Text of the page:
1 year later, tragedy shapes new FHP policies
One year ago Tuesday, 11 people died in a pileup crash on Interstate 75 near Gainesville.
A mixture of fog and smoke from a nearby wildfire created the dangerous conditions that made it nearly impossible for drivers to see, leading to the crashes.
A year later, the tragedy is shaping new policies at the Florida Highway Patrol.
The charred frames of trailers and the twisted metal of cars are a somber reminder of the tragedy.
FHP closed I-75 the night of the pileup, but by 3:30 a.m., conditions improved and the interstate was reopened over the objections of at least one trooper.
An investigation concluded poor communications among troopers contributed to the crash. FHP responded saying nothing it could have done would have changed the outcome.
FHP is remaining quiet on the terrible anniversary. A FHP spokesperson said the agency wouldn't comment because of possible future lawsuits. But actions speak louder than words, and FHP has already taken significant steps.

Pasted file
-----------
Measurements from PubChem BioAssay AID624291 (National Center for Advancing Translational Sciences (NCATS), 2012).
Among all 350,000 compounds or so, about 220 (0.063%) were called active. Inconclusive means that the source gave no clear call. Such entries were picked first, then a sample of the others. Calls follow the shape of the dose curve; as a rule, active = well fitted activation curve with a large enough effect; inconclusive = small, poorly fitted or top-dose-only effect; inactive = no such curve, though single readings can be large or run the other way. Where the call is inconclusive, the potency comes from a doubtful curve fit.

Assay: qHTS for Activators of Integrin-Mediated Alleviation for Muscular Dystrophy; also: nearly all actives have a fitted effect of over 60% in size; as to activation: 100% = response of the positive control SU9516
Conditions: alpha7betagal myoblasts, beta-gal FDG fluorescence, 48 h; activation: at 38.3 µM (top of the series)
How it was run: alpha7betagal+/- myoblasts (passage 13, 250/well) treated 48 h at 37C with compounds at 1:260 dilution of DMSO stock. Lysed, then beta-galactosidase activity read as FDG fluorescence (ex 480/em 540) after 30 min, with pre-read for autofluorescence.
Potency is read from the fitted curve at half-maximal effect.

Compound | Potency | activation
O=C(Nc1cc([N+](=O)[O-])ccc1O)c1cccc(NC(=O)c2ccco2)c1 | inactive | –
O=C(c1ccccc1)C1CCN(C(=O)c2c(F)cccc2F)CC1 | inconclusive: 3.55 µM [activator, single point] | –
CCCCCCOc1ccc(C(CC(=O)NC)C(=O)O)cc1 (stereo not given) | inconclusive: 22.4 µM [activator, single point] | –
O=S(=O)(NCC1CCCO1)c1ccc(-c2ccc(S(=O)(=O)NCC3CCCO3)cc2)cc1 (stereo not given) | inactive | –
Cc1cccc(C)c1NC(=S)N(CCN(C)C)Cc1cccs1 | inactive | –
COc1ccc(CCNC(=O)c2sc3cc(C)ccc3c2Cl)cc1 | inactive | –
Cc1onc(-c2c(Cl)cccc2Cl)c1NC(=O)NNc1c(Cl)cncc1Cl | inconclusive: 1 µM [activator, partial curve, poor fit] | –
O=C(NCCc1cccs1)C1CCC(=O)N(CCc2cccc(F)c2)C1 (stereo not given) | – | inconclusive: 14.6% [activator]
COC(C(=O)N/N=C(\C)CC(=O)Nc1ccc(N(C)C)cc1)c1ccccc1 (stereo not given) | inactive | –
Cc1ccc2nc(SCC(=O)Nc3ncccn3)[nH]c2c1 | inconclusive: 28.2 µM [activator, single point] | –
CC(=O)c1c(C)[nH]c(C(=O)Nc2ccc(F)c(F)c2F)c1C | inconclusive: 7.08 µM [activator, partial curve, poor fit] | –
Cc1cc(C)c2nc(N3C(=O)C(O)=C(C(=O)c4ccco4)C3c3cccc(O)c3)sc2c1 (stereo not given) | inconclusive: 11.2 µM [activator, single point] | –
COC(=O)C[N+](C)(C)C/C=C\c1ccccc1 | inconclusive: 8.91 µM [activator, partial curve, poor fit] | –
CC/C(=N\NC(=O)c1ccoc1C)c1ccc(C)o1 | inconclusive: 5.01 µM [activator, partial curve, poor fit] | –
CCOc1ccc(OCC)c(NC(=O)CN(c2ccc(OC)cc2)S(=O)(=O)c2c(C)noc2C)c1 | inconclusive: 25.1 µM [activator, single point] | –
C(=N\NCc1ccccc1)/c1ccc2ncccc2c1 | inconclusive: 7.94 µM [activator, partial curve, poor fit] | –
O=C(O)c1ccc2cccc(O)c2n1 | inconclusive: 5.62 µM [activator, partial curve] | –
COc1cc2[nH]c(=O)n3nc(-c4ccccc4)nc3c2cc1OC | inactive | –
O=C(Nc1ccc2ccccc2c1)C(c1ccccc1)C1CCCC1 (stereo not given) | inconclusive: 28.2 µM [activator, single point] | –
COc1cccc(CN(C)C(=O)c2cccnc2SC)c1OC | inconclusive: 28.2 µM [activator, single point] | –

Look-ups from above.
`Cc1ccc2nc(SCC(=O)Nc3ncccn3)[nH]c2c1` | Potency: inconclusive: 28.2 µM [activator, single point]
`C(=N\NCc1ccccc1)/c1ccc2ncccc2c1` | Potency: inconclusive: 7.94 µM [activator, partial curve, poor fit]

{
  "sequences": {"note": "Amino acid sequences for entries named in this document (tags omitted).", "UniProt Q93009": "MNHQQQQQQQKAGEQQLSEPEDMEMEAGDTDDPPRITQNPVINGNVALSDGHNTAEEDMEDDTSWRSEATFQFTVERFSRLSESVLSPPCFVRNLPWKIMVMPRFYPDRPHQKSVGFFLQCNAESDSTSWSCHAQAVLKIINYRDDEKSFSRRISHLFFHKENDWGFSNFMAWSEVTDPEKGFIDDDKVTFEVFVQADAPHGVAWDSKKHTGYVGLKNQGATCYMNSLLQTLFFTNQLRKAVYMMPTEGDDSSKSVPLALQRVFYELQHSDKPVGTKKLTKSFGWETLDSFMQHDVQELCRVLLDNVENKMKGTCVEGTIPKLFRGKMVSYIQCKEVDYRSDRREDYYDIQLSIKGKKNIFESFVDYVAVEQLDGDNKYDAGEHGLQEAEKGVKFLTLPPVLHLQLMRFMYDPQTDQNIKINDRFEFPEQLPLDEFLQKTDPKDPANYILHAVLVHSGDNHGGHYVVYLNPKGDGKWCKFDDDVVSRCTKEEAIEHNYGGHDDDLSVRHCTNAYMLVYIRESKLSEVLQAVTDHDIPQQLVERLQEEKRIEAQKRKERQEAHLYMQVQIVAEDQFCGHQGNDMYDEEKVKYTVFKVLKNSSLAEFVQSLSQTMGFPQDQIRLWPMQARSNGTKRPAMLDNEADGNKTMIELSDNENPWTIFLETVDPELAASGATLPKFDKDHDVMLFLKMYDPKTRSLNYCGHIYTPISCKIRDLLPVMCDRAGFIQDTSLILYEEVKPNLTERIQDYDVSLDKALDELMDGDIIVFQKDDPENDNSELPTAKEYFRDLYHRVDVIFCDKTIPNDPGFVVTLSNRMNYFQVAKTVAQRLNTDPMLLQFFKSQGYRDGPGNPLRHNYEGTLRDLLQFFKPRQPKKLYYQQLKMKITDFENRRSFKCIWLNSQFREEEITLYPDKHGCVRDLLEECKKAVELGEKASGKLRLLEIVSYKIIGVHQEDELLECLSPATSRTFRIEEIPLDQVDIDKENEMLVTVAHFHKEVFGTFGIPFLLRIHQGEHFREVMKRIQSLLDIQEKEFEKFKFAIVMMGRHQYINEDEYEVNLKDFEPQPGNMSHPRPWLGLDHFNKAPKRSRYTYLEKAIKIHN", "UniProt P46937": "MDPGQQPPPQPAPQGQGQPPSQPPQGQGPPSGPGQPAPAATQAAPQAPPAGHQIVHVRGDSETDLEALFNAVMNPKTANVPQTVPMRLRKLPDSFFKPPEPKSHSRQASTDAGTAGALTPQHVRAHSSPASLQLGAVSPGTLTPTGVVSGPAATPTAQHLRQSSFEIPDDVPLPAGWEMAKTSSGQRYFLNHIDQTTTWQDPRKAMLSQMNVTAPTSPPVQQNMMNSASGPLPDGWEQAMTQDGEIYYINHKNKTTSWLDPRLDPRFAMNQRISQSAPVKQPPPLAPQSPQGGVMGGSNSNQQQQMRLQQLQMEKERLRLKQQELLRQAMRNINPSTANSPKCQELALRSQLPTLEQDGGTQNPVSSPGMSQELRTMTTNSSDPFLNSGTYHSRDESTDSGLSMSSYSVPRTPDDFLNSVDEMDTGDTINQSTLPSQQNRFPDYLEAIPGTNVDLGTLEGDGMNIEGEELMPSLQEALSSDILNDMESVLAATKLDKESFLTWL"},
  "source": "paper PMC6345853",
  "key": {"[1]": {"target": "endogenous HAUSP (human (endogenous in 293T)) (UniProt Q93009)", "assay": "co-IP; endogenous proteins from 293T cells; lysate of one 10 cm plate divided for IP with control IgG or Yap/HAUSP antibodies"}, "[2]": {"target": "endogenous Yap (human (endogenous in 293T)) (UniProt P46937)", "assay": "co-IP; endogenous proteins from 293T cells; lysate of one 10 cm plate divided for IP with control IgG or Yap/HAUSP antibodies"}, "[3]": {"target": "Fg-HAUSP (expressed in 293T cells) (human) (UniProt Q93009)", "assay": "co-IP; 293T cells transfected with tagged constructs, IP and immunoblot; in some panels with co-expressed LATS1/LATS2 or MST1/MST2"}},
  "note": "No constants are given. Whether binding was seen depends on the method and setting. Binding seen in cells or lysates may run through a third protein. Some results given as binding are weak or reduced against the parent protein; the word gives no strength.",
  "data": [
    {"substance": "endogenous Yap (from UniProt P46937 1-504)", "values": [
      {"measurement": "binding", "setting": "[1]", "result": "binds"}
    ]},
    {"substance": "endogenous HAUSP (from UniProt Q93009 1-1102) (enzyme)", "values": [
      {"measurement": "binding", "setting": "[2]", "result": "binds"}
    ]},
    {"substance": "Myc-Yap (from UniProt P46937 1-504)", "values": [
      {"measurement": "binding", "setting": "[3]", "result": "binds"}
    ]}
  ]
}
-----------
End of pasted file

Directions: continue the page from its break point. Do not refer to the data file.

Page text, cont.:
Each troop now has a watch supervisor in charge of monitoring conditions and will conduct annual reviews of its road closing procedures.
Some billboards are part of FHP's low visibility campaign, but maybe the biggest awareness weapon of them all is the tragedy itself.
Ray Watkins is a retired race car driver from England, where fog is a constant problem.
"I was surprised they didn't have all the signs out, very surprised," Watkins said of the pileup.
There are even more changes in the works. The Florida Department of Transportation has money to put digital warning signs in dangerous areas. There are also talks or putting closed circuit TV cameras on roadways to monitor conditions.
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